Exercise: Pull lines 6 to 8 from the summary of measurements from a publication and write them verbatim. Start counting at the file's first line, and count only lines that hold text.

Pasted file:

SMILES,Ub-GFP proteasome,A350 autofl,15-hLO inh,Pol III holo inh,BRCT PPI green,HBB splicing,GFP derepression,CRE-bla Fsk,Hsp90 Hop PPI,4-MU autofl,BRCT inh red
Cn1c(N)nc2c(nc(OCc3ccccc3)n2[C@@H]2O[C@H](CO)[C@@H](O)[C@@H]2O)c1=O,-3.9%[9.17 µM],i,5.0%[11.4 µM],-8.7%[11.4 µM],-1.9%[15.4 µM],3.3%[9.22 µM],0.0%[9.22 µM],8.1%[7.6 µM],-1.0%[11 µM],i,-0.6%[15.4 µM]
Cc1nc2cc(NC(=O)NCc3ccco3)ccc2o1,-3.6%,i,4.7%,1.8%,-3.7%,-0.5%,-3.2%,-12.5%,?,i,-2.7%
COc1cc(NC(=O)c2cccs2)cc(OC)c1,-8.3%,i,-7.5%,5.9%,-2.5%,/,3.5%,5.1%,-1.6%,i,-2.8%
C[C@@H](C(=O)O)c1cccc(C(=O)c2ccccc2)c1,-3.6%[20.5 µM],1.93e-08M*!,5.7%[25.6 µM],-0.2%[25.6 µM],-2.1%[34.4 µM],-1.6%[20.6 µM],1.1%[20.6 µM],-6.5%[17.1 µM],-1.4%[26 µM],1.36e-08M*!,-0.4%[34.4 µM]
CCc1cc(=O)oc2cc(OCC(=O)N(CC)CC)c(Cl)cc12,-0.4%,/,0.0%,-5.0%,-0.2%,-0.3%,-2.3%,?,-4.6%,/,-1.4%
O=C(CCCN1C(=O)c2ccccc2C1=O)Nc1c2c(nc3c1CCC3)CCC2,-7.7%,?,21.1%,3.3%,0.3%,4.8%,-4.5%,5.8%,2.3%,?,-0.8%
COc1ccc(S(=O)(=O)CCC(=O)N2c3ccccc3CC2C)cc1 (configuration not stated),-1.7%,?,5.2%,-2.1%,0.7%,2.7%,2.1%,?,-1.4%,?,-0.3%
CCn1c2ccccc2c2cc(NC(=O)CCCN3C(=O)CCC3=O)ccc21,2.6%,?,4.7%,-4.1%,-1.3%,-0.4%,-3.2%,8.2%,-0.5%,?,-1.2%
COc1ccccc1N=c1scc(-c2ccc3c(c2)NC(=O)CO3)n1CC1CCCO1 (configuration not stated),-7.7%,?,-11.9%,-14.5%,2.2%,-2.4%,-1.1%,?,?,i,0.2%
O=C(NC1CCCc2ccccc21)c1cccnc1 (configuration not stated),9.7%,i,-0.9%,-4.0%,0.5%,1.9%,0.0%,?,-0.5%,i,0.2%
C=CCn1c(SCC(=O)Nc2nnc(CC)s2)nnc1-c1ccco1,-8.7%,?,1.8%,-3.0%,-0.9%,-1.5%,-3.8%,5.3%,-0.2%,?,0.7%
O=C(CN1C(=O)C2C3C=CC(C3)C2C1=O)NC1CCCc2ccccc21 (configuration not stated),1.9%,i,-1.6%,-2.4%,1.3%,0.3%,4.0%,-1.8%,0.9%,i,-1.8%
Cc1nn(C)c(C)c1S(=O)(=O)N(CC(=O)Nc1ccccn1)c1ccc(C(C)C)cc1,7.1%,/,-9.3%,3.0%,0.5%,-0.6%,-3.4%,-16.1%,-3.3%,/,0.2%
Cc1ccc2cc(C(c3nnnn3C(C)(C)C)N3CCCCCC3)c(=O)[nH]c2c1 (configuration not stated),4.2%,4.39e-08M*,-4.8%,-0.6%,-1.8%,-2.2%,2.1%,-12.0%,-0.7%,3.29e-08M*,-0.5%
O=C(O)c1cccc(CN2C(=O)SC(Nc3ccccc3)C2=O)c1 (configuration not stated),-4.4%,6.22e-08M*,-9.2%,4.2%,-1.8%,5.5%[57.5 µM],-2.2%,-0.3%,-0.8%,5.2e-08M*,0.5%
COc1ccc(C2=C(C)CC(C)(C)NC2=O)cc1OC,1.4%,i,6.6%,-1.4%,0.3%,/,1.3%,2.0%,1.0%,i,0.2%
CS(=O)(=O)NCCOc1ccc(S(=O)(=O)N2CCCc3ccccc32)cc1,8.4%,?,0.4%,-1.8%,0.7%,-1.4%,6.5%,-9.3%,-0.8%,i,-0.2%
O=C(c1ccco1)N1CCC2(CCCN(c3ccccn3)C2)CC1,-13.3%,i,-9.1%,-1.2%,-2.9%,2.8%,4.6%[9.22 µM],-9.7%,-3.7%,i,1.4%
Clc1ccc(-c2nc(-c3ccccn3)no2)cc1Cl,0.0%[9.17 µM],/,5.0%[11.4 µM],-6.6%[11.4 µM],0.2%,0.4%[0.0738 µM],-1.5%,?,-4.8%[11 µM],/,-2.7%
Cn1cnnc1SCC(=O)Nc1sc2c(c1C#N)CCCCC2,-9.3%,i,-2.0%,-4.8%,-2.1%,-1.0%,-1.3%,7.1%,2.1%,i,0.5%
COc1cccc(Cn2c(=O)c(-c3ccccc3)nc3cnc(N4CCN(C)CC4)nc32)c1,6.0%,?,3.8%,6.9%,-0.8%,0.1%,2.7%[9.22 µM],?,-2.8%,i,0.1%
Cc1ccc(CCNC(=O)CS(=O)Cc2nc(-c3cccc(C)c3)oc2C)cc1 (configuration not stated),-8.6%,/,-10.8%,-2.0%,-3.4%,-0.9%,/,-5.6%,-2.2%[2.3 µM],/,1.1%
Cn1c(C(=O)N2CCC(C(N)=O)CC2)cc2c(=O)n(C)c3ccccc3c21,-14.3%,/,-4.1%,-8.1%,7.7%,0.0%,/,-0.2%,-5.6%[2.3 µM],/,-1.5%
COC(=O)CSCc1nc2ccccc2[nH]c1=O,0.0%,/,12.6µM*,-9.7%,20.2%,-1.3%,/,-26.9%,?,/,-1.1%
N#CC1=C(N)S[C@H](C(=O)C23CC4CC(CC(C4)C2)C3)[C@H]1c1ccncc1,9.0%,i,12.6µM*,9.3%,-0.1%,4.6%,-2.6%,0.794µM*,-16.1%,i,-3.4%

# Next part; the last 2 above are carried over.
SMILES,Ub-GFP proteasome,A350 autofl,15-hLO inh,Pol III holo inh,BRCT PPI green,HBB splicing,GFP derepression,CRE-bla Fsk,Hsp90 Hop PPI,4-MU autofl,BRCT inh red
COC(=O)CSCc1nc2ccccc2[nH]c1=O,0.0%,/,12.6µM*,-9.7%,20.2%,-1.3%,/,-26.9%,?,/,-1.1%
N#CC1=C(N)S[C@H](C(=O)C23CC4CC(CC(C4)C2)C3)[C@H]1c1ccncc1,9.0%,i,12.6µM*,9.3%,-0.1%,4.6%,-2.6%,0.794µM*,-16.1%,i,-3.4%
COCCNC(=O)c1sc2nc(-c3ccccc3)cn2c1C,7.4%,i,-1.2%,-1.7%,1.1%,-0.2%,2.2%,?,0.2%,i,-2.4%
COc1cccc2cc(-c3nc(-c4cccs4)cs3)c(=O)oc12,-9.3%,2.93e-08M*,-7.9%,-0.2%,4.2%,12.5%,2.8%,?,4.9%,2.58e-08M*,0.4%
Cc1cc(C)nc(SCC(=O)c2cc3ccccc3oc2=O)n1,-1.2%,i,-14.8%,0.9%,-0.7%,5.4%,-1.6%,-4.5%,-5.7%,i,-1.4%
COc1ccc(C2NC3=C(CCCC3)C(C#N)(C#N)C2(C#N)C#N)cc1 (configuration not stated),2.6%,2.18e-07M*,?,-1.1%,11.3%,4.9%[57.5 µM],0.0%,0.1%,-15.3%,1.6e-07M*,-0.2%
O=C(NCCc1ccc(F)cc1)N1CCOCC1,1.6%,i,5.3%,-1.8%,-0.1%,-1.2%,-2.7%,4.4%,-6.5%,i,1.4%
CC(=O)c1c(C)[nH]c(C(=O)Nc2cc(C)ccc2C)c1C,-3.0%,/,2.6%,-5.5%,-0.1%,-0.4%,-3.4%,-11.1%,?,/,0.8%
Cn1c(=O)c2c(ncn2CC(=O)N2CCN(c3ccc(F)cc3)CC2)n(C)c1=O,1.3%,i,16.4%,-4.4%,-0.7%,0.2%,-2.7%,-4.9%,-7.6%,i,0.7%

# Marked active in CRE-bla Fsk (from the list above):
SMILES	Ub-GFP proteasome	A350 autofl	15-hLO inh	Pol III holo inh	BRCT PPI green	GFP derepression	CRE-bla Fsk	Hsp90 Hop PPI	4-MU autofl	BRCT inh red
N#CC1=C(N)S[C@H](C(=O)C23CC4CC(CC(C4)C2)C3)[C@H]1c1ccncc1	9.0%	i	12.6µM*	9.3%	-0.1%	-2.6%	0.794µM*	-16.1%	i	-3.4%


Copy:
CCc1cc(=O)oc2cc(OCC(=O)N(CC)CC)c(Cl)cc12,-0.4%,/,0.0%,-5.0%,-0.2%,-0.3%,-2.3%,?,-4.6%,/,-1.4%
O=C(CCCN1C(=O)c2ccccc2C1=O)Nc1c2c(nc3c1CCC3)CCC2,-7.7%,?,21.1%,3.3%,0.3%,4.8%,-4.5%,5.8%,2.3%,?,-0.8%
COc1ccc(S(=O)(=O)CCC(=O)N2c3ccccc3CC2C)cc1 (configuration not stated),-1.7%,?,5.2%,-2.1%,0.7%,2.7%,2.1%,?,-1.4%,?,-0.3%